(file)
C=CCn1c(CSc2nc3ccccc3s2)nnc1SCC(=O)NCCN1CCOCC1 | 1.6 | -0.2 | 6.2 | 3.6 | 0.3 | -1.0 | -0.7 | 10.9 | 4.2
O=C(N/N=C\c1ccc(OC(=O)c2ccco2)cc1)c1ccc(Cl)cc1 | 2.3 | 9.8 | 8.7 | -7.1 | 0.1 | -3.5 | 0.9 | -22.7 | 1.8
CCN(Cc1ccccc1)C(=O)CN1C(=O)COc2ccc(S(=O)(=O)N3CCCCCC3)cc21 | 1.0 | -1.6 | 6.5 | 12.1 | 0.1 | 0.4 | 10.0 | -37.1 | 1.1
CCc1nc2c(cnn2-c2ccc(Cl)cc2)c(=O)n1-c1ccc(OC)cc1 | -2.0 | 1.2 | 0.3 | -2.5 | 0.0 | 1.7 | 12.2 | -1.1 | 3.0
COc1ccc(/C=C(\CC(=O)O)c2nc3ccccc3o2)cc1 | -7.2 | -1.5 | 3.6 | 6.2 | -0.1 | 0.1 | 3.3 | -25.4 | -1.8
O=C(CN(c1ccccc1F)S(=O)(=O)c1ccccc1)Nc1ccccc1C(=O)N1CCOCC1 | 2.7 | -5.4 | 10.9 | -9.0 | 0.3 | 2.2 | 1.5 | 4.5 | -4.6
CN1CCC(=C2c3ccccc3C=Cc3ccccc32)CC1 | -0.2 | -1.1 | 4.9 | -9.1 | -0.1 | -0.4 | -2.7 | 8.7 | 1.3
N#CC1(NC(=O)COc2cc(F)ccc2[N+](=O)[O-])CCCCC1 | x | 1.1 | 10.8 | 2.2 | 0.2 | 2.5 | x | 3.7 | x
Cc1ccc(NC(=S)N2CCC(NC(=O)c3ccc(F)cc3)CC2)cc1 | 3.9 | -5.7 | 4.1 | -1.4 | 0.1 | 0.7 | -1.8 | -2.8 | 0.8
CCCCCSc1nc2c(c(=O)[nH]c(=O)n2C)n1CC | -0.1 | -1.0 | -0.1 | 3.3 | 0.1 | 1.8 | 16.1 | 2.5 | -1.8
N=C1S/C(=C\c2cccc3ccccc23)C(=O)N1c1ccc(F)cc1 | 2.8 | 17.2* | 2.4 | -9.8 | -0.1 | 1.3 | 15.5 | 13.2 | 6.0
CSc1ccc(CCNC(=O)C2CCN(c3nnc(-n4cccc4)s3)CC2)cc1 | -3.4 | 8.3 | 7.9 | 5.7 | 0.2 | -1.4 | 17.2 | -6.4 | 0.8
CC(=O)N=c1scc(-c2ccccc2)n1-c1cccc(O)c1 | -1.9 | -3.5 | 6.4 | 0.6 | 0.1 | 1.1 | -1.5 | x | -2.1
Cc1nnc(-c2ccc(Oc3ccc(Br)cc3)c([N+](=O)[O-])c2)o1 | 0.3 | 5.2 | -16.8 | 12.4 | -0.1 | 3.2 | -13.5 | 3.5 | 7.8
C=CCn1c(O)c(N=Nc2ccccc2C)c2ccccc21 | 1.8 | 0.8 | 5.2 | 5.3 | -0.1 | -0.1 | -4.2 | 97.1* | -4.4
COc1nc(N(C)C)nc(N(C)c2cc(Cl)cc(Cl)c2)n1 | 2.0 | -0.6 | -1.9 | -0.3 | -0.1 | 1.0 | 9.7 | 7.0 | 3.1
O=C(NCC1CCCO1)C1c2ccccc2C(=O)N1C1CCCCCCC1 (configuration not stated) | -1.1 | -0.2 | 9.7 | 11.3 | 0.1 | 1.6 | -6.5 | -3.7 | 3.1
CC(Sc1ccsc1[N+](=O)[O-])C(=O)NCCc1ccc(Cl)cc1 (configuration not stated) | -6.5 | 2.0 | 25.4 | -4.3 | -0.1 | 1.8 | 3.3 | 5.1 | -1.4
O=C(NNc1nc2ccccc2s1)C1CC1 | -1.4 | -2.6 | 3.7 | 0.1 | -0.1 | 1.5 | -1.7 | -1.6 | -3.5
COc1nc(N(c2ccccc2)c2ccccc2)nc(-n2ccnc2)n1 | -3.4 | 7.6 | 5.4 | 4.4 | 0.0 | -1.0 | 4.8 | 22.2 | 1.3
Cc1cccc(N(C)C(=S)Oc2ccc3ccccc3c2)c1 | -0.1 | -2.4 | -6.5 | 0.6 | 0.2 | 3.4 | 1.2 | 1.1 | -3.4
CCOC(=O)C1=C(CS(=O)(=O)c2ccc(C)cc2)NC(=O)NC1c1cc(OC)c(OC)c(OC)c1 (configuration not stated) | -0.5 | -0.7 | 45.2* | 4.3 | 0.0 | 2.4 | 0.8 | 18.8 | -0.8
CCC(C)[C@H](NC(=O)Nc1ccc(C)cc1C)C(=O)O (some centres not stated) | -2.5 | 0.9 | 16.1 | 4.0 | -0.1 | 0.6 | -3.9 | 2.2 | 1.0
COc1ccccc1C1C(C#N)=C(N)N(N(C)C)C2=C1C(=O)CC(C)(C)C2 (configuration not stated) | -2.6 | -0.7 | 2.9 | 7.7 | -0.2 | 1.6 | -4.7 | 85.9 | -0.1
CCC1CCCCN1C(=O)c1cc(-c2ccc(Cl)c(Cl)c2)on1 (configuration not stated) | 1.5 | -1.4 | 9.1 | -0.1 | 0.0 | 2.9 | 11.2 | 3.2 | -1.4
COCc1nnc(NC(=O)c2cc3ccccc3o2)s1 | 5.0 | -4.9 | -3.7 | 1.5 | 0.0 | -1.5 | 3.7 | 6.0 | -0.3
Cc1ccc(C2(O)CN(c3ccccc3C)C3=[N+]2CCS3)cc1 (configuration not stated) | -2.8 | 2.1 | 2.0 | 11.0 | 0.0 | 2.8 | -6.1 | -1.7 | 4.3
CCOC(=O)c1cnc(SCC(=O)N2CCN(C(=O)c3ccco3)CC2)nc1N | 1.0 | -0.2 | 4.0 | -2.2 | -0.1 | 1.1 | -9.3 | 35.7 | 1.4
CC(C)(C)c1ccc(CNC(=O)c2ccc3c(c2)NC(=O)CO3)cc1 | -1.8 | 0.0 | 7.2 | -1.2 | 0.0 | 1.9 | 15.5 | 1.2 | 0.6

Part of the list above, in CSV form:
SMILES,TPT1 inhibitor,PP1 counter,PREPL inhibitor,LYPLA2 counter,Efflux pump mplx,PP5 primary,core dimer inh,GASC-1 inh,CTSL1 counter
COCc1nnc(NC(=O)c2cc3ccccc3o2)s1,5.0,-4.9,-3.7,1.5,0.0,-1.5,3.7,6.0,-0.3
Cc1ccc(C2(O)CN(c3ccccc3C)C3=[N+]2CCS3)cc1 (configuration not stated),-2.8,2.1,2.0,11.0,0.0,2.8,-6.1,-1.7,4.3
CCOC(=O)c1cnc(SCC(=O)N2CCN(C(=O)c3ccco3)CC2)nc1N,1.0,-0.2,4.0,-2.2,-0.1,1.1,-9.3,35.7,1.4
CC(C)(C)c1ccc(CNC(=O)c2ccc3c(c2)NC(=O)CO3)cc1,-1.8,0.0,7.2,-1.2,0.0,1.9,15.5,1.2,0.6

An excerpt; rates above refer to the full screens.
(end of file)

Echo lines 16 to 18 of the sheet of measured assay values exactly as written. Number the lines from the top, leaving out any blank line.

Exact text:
COc1nc(N(C)C)nc(N(C)c2cc(Cl)cc(Cl)c2)n1 | 2.0 | -0.6 | -1.9 | -0.3 | -0.1 | 1.0 | 9.7 | 7.0 | 3.1
O=C(NCC1CCCO1)C1c2ccccc2C(=O)N1C1CCCCCCC1 (configuration not stated) | -1.1 | -0.2 | 9.7 | 11.3 | 0.1 | 1.6 | -6.5 | -3.7 | 3.1
CC(Sc1ccsc1[N+](=O)[O-])C(=O)NCCc1ccc(Cl)cc1 (configuration not stated) | -6.5 | 2.0 | 25.4 | -4.3 | -0.1 | 1.8 | 3.3 | 5.1 | -1.4